However, they are realistic about the enormity of the task, even for those who have fled with other family members, pinpointing the difficulty of forming a new network without the usual security provided by an established set of close ties on which to build. In this chapter I shall explore ideas concerning the fulfilment of this task, building on my experience both at the Refugee Therapy Centre and with participants in social psychiatry research projects with which I have been involved (Brown &Harris, 1978; Brown, Andrews, Harris, Adler, &Bridge, 1988; Harris, Brown, &Robinson, 1999; see also Brown, Adler, &Bifulco, 1986; Brown, Bifulco, Veiel, &Andrews, 1990). I shall start by looking at the theories and evidence concerning the manner in which different aspects of “social support” promote both physical and mental health, then consider what I have learnt about other aspects of the support networks developed in other cultures from talking with clients, and finally address the ways in which expectations of UK therapists and counsellors need to be adapted because of these other aspects.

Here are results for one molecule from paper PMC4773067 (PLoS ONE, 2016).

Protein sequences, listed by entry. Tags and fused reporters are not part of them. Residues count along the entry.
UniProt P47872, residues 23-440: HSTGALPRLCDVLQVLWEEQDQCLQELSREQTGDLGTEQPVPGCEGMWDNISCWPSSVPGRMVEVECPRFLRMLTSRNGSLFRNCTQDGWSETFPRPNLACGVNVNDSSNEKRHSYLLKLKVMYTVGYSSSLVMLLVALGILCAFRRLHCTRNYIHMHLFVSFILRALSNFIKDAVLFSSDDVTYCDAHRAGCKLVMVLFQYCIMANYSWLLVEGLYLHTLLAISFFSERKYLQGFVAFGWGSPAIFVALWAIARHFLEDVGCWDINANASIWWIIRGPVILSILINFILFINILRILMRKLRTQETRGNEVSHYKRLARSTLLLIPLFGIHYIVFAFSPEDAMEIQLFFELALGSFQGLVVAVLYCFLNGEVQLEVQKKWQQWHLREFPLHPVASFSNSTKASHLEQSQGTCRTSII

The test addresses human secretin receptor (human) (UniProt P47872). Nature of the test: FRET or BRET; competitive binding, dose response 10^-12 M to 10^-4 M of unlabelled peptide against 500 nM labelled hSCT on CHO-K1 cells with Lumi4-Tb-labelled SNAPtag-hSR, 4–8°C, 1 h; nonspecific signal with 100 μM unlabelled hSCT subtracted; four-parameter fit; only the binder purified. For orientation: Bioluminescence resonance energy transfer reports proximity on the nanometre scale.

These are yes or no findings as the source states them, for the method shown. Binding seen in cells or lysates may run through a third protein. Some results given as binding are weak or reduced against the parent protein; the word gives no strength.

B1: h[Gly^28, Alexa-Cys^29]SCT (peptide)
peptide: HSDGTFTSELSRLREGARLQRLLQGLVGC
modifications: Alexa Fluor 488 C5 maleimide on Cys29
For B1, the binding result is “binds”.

See All Chapters
Medium 9781855754614

CHAPTER FOUR: The therapeutic needs of those fleeing persecution and violence, now and in the future

Karnac Books ePub

Lennox K. Thomas

Introduction